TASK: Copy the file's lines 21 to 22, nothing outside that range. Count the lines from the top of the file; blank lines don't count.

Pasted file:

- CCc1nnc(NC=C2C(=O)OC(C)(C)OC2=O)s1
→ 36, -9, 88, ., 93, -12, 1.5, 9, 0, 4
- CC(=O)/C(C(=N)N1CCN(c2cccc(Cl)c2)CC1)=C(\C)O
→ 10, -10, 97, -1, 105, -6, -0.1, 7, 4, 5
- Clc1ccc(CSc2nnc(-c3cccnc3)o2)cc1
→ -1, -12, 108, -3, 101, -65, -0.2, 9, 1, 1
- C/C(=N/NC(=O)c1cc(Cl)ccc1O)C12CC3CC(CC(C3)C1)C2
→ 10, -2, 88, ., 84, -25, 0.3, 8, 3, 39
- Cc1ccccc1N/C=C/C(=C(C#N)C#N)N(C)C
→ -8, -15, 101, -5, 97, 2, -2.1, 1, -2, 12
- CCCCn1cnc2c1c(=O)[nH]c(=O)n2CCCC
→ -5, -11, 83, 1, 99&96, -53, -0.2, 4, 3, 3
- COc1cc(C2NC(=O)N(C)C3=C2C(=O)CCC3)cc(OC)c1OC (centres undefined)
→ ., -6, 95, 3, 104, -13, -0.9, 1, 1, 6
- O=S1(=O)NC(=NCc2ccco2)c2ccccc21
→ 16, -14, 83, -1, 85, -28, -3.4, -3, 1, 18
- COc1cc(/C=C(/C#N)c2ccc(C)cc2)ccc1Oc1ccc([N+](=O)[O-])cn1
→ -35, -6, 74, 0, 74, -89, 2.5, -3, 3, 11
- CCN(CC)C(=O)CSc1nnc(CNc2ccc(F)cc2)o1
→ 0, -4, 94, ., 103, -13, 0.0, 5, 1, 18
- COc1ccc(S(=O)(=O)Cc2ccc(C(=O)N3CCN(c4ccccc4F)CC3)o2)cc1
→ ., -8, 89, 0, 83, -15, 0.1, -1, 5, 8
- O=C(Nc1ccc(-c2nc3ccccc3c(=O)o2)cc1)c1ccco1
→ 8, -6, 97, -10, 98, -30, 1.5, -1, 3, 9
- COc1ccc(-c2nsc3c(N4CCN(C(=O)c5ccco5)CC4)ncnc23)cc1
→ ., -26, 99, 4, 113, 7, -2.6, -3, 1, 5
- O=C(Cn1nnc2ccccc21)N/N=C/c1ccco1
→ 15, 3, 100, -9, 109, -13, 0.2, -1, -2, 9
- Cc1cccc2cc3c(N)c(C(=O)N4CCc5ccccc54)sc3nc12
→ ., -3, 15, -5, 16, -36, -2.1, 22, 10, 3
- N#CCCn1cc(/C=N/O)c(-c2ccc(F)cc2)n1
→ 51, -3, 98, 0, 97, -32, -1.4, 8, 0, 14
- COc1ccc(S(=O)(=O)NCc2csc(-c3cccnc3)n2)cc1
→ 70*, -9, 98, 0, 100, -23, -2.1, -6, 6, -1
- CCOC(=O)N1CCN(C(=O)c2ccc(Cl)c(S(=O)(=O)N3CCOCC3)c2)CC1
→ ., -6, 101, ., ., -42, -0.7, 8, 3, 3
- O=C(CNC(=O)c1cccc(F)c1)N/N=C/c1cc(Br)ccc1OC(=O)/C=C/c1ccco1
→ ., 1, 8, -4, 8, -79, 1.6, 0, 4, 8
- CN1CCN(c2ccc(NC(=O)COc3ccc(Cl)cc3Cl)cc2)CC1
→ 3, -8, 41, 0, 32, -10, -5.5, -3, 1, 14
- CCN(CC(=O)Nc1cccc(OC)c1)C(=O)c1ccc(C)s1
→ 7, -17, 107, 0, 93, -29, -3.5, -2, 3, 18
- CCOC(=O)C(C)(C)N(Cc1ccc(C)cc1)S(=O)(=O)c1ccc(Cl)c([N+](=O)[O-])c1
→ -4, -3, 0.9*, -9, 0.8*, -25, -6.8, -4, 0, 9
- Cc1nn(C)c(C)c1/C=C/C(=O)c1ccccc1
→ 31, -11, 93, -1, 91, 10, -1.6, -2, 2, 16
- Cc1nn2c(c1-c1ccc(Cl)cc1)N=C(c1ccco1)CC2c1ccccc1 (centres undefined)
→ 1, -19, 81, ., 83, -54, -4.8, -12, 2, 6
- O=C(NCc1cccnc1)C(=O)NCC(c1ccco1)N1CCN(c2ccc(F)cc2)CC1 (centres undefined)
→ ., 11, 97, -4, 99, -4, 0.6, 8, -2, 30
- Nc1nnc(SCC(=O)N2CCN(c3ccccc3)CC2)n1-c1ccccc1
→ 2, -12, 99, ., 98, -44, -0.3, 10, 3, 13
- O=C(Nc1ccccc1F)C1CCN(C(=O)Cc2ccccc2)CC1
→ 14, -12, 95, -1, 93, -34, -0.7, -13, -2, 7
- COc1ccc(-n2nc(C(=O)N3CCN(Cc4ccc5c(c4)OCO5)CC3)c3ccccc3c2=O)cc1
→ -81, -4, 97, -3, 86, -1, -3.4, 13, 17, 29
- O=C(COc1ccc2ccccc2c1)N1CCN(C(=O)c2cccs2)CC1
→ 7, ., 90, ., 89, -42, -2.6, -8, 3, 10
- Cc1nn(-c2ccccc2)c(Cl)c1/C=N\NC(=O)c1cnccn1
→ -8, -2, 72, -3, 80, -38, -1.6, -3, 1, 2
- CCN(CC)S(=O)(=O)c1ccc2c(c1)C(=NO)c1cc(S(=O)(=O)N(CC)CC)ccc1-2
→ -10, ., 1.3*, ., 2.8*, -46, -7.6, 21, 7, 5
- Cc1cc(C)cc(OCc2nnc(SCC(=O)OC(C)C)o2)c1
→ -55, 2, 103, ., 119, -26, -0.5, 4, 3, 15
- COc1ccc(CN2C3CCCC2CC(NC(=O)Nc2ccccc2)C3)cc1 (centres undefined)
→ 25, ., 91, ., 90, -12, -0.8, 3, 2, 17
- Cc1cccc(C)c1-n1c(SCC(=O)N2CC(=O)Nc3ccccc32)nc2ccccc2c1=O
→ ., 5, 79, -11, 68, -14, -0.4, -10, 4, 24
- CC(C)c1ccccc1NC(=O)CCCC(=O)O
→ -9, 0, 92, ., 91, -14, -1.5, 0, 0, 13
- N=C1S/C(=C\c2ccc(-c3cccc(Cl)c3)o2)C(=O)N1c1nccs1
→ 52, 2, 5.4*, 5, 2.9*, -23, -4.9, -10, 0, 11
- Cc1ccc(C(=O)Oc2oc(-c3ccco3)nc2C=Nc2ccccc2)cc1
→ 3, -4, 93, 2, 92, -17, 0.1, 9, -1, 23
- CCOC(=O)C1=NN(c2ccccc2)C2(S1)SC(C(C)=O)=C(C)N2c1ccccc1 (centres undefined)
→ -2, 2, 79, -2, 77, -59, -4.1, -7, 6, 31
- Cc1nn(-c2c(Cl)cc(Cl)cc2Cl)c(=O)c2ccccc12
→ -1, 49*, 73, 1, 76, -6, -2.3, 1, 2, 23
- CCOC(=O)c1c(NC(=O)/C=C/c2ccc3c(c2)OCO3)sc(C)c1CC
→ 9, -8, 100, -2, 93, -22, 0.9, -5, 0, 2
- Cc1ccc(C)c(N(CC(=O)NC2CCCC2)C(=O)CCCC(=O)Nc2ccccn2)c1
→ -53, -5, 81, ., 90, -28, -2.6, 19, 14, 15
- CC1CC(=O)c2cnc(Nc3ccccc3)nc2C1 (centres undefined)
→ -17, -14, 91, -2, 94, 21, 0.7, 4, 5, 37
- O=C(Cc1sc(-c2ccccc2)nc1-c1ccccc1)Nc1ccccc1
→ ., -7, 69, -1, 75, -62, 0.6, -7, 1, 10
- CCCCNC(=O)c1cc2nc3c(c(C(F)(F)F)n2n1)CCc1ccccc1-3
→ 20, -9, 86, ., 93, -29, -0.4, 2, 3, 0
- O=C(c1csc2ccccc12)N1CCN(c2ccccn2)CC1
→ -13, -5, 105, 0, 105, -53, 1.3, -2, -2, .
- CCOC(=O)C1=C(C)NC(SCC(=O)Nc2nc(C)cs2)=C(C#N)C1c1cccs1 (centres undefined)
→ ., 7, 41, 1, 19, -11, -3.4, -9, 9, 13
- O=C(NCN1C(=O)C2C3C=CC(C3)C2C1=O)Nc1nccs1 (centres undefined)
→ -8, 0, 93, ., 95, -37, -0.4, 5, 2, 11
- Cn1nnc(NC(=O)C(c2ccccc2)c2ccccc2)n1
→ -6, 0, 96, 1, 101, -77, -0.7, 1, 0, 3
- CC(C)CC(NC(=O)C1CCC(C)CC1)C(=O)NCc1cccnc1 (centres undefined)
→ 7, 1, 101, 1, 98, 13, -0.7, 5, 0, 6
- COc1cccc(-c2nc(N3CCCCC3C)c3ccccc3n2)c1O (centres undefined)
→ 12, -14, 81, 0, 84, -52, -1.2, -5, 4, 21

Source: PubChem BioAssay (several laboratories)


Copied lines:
- COc1ccc(S(=O)(=O)Cc2ccc(C(=O)N3CCN(c4ccccc4F)CC3)o2)cc1
→ ., -8, 89, 0, 83, -15, 0.1, -1, 5, 8